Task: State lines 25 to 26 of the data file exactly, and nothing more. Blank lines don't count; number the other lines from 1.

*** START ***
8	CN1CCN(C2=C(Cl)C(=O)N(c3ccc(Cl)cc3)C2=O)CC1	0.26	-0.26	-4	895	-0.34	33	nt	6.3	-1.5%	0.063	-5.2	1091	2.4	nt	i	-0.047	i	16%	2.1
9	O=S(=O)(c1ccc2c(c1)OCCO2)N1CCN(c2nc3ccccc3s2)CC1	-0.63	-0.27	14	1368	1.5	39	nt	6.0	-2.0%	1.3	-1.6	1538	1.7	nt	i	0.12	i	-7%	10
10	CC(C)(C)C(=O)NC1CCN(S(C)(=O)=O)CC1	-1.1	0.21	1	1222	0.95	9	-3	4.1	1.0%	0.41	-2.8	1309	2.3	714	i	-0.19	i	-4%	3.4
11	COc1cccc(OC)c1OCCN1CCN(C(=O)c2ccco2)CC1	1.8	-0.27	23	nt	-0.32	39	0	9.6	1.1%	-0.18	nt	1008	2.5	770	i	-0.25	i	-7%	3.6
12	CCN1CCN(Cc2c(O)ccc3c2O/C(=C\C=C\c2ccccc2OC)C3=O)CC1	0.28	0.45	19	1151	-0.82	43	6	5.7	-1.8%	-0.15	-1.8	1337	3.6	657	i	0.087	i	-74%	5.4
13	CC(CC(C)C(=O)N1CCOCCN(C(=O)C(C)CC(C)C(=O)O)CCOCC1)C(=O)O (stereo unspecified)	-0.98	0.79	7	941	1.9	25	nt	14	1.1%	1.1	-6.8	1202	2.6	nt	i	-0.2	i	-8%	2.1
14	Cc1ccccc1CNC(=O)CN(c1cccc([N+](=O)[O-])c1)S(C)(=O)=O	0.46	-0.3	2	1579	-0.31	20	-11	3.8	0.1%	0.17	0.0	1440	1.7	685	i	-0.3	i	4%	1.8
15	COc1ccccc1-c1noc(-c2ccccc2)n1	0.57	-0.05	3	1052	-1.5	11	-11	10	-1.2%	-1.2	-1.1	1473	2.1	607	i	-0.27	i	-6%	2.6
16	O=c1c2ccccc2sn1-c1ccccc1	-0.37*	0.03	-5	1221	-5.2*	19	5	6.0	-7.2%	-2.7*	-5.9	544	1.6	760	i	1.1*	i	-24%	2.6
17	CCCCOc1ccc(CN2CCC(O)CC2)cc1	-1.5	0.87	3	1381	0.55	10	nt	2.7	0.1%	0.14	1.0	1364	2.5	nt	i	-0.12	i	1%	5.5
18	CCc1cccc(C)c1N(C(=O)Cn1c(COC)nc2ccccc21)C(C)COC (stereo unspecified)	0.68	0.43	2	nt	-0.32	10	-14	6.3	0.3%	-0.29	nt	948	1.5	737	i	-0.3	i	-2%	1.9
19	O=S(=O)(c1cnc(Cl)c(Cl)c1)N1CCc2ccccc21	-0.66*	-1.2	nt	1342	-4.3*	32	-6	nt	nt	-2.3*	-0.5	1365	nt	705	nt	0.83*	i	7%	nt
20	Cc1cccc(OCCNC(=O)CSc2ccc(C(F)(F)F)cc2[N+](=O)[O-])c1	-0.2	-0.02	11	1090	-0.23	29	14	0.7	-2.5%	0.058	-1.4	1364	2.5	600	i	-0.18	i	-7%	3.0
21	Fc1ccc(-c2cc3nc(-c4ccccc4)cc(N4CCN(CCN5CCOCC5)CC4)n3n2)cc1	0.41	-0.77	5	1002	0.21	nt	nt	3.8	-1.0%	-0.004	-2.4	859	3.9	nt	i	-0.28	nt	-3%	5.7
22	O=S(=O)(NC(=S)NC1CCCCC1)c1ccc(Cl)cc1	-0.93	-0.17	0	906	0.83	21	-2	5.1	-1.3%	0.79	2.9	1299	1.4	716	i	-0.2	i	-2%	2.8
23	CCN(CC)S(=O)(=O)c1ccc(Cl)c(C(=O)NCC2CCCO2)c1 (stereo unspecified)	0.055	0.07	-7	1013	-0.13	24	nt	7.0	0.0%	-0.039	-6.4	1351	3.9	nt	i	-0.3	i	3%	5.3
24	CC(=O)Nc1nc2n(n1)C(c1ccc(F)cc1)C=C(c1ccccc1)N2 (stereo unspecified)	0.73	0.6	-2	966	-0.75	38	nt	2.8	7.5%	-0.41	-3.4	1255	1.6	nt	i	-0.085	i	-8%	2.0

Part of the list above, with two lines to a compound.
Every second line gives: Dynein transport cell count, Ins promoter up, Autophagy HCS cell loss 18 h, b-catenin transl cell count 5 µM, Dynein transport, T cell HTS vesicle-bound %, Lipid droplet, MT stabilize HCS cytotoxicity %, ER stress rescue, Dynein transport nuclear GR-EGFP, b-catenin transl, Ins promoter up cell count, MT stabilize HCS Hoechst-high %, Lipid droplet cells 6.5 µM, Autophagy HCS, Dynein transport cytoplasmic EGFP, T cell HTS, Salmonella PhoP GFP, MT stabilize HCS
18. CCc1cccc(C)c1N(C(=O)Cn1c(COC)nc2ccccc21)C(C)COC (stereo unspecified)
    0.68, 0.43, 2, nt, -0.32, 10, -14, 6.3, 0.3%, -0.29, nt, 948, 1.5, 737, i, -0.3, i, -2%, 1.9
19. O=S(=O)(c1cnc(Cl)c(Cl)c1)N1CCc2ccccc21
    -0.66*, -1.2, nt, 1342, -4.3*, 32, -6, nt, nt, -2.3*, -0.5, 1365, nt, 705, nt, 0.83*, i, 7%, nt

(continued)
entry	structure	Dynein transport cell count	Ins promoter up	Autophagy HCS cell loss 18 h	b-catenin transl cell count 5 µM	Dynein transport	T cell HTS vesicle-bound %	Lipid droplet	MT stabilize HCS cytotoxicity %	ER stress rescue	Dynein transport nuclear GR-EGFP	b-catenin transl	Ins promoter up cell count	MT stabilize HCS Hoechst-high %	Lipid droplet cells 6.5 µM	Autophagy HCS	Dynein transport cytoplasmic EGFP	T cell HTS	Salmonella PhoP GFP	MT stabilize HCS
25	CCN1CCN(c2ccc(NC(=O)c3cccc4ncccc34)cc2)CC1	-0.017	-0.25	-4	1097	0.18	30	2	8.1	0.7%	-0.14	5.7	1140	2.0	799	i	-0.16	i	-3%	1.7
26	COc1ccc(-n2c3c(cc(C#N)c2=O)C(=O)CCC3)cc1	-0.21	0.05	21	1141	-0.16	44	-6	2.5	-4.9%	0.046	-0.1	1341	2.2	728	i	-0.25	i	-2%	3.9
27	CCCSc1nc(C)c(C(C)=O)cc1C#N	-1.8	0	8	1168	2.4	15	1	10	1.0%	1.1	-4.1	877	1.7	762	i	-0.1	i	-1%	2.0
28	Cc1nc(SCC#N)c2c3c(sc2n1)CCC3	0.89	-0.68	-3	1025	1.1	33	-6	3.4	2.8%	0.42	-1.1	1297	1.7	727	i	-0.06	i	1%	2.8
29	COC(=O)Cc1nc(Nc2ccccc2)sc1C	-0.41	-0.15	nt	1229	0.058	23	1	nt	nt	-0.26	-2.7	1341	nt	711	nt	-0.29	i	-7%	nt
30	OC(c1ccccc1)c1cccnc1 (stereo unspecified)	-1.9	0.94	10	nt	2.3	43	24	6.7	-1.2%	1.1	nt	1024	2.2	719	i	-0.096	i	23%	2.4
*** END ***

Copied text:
entry	structure	Dynein transport cell count	Ins promoter up	Autophagy HCS cell loss 18 h	b-catenin transl cell count 5 µM	Dynein transport	T cell HTS vesicle-bound %	Lipid droplet	MT stabilize HCS cytotoxicity %	ER stress rescue	Dynein transport nuclear GR-EGFP	b-catenin transl	Ins promoter up cell count	MT stabilize HCS Hoechst-high %	Lipid droplet cells 6.5 µM	Autophagy HCS	Dynein transport cytoplasmic EGFP	T cell HTS	Salmonella PhoP GFP	MT stabilize HCS
25	CCN1CCN(c2ccc(NC(=O)c3cccc4ncccc34)cc2)CC1	-0.017	-0.25	-4	1097	0.18	30	2	8.1	0.7%	-0.14	5.7	1140	2.0	799	i	-0.16	i	-3%	1.7